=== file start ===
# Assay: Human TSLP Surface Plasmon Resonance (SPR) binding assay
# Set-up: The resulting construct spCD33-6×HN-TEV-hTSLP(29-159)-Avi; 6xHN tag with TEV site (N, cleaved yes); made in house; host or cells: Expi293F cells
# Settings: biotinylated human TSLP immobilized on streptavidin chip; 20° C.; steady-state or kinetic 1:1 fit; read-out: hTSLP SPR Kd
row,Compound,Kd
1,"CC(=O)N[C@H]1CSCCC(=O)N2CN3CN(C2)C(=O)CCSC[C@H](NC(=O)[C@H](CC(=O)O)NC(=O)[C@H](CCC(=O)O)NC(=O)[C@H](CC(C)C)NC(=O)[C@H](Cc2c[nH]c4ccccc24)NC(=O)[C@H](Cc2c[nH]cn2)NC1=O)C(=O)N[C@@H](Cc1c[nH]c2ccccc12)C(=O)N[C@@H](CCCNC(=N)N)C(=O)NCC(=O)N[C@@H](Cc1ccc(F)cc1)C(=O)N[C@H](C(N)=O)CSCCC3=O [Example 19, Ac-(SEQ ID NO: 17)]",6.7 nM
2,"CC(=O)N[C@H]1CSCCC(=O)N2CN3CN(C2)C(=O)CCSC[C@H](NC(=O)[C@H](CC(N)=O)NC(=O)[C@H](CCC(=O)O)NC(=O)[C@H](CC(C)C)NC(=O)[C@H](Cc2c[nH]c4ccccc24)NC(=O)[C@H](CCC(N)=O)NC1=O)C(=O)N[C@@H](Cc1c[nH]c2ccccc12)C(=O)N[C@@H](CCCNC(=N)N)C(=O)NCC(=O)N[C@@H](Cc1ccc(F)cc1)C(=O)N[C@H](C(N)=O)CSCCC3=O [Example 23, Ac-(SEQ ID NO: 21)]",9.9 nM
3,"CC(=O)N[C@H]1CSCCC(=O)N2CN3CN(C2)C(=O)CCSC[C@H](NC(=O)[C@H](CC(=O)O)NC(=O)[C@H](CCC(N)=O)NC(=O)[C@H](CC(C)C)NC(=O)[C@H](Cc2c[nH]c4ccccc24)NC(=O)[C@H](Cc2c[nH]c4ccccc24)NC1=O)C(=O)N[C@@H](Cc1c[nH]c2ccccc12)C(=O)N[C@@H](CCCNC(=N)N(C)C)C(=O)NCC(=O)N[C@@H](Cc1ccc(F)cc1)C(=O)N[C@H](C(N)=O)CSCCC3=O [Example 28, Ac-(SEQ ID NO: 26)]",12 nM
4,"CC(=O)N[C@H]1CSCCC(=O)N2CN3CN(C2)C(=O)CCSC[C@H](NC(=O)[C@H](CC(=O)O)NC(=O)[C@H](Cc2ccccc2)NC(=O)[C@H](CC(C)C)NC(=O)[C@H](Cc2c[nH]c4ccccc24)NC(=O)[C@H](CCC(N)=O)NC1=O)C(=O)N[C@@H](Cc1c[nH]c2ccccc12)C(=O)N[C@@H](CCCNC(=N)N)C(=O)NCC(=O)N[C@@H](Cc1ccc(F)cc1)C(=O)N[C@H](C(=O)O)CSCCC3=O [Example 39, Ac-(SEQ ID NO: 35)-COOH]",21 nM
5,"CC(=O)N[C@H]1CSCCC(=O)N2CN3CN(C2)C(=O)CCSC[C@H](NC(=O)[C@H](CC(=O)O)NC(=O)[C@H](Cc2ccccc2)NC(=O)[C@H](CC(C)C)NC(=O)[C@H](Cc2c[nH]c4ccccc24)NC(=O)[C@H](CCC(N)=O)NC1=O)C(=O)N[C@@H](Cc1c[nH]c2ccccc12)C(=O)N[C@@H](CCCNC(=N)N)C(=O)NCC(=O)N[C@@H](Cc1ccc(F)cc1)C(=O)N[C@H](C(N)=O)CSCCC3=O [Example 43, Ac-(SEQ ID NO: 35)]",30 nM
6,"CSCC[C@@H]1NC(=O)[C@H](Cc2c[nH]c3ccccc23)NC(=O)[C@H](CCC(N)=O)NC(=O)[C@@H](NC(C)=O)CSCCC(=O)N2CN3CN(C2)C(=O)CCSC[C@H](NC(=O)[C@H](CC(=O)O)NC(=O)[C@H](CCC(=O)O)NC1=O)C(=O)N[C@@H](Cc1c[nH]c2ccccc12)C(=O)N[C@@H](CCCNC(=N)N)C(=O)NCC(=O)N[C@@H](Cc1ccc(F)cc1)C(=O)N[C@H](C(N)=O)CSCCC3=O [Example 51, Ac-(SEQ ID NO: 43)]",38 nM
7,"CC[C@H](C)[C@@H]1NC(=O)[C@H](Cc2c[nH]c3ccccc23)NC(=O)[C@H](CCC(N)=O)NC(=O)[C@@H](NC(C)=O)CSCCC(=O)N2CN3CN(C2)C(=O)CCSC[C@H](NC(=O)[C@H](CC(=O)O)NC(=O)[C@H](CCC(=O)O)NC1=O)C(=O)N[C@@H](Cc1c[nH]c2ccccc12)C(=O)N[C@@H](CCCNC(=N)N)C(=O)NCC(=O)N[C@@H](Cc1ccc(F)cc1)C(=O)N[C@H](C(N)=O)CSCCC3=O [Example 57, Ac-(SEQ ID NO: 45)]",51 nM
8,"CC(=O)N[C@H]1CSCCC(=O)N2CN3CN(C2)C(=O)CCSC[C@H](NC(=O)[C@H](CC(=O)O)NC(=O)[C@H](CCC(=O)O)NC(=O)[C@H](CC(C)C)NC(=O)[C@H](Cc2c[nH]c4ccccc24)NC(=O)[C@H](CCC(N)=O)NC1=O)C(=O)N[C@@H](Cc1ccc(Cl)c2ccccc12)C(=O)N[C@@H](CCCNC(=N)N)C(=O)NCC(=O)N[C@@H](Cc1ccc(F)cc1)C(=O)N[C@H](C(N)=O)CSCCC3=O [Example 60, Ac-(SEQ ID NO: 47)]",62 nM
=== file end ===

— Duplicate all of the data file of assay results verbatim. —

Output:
# Assay: Human TSLP Surface Plasmon Resonance (SPR) binding assay
# Set-up: The resulting construct spCD33-6×HN-TEV-hTSLP(29-159)-Avi; 6xHN tag with TEV site (N, cleaved yes); made in house; host or cells: Expi293F cells
# Settings: biotinylated human TSLP immobilized on streptavidin chip; 20° C.; steady-state or kinetic 1:1 fit; read-out: hTSLP SPR Kd
row,Compound,Kd
1,"CC(=O)N[C@H]1CSCCC(=O)N2CN3CN(C2)C(=O)CCSC[C@H](NC(=O)[C@H](CC(=O)O)NC(=O)[C@H](CCC(=O)O)NC(=O)[C@H](CC(C)C)NC(=O)[C@H](Cc2c[nH]c4ccccc24)NC(=O)[C@H](Cc2c[nH]cn2)NC1=O)C(=O)N[C@@H](Cc1c[nH]c2ccccc12)C(=O)N[C@@H](CCCNC(=N)N)C(=O)NCC(=O)N[C@@H](Cc1ccc(F)cc1)C(=O)N[C@H](C(N)=O)CSCCC3=O [Example 19, Ac-(SEQ ID NO: 17)]",6.7 nM
2,"CC(=O)N[C@H]1CSCCC(=O)N2CN3CN(C2)C(=O)CCSC[C@H](NC(=O)[C@H](CC(N)=O)NC(=O)[C@H](CCC(=O)O)NC(=O)[C@H](CC(C)C)NC(=O)[C@H](Cc2c[nH]c4ccccc24)NC(=O)[C@H](CCC(N)=O)NC1=O)C(=O)N[C@@H](Cc1c[nH]c2ccccc12)C(=O)N[C@@H](CCCNC(=N)N)C(=O)NCC(=O)N[C@@H](Cc1ccc(F)cc1)C(=O)N[C@H](C(N)=O)CSCCC3=O [Example 23, Ac-(SEQ ID NO: 21)]",9.9 nM
3,"CC(=O)N[C@H]1CSCCC(=O)N2CN3CN(C2)C(=O)CCSC[C@H](NC(=O)[C@H](CC(=O)O)NC(=O)[C@H](CCC(N)=O)NC(=O)[C@H](CC(C)C)NC(=O)[C@H](Cc2c[nH]c4ccccc24)NC(=O)[C@H](Cc2c[nH]c4ccccc24)NC1=O)C(=O)N[C@@H](Cc1c[nH]c2ccccc12)C(=O)N[C@@H](CCCNC(=N)N(C)C)C(=O)NCC(=O)N[C@@H](Cc1ccc(F)cc1)C(=O)N[C@H](C(N)=O)CSCCC3=O [Example 28, Ac-(SEQ ID NO: 26)]",12 nM
4,"CC(=O)N[C@H]1CSCCC(=O)N2CN3CN(C2)C(=O)CCSC[C@H](NC(=O)[C@H](CC(=O)O)NC(=O)[C@H](Cc2ccccc2)NC(=O)[C@H](CC(C)C)NC(=O)[C@H](Cc2c[nH]c4ccccc24)NC(=O)[C@H](CCC(N)=O)NC1=O)C(=O)N[C@@H](Cc1c[nH]c2ccccc12)C(=O)N[C@@H](CCCNC(=N)N)C(=O)NCC(=O)N[C@@H](Cc1ccc(F)cc1)C(=O)N[C@H](C(=O)O)CSCCC3=O [Example 39, Ac-(SEQ ID NO: 35)-COOH]",21 nM
5,"CC(=O)N[C@H]1CSCCC(=O)N2CN3CN(C2)C(=O)CCSC[C@H](NC(=O)[C@H](CC(=O)O)NC(=O)[C@H](Cc2ccccc2)NC(=O)[C@H](CC(C)C)NC(=O)[C@H](Cc2c[nH]c4ccccc24)NC(=O)[C@H](CCC(N)=O)NC1=O)C(=O)N[C@@H](Cc1c[nH]c2ccccc12)C(=O)N[C@@H](CCCNC(=N)N)C(=O)NCC(=O)N[C@@H](Cc1ccc(F)cc1)C(=O)N[C@H](C(N)=O)CSCCC3=O [Example 43, Ac-(SEQ ID NO: 35)]",30 nM
6,"CSCC[C@@H]1NC(=O)[C@H](Cc2c[nH]c3ccccc23)NC(=O)[C@H](CCC(N)=O)NC(=O)[C@@H](NC(C)=O)CSCCC(=O)N2CN3CN(C2)C(=O)CCSC[C@H](NC(=O)[C@H](CC(=O)O)NC(=O)[C@H](CCC(=O)O)NC1=O)C(=O)N[C@@H](Cc1c[nH]c2ccccc12)C(=O)N[C@@H](CCCNC(=N)N)C(=O)NCC(=O)N[C@@H](Cc1ccc(F)cc1)C(=O)N[C@H](C(N)=O)CSCCC3=O [Example 51, Ac-(SEQ ID NO: 43)]",38 nM
7,"CC[C@H](C)[C@@H]1NC(=O)[C@H](Cc2c[nH]c3ccccc23)NC(=O)[C@H](CCC(N)=O)NC(=O)[C@@H](NC(C)=O)CSCCC(=O)N2CN3CN(C2)C(=O)CCSC[C@H](NC(=O)[C@H](CC(=O)O)NC(=O)[C@H](CCC(=O)O)NC1=O)C(=O)N[C@@H](Cc1c[nH]c2ccccc12)C(=O)N[C@@H](CCCNC(=N)N)C(=O)NCC(=O)N[C@@H](Cc1ccc(F)cc1)C(=O)N[C@H](C(N)=O)CSCCC3=O [Example 57, Ac-(SEQ ID NO: 45)]",51 nM
8,"CC(=O)N[C@H]1CSCCC(=O)N2CN3CN(C2)C(=O)CCSC[C@H](NC(=O)[C@H](CC(=O)O)NC(=O)[C@H](CCC(=O)O)NC(=O)[C@H](CC(C)C)NC(=O)[C@H](Cc2c[nH]c4ccccc24)NC(=O)[C@H](CCC(N)=O)NC1=O)C(=O)N[C@@H](Cc1ccc(Cl)c2ccccc12)C(=O)N[C@@H](CCCNC(=N)N)C(=O)NCC(=O)N[C@@H](Cc1ccc(F)cc1)C(=O)N[C@H](C(N)=O)CSCCC3=O [Example 60, Ac-(SEQ ID NO: 47)]",62 nM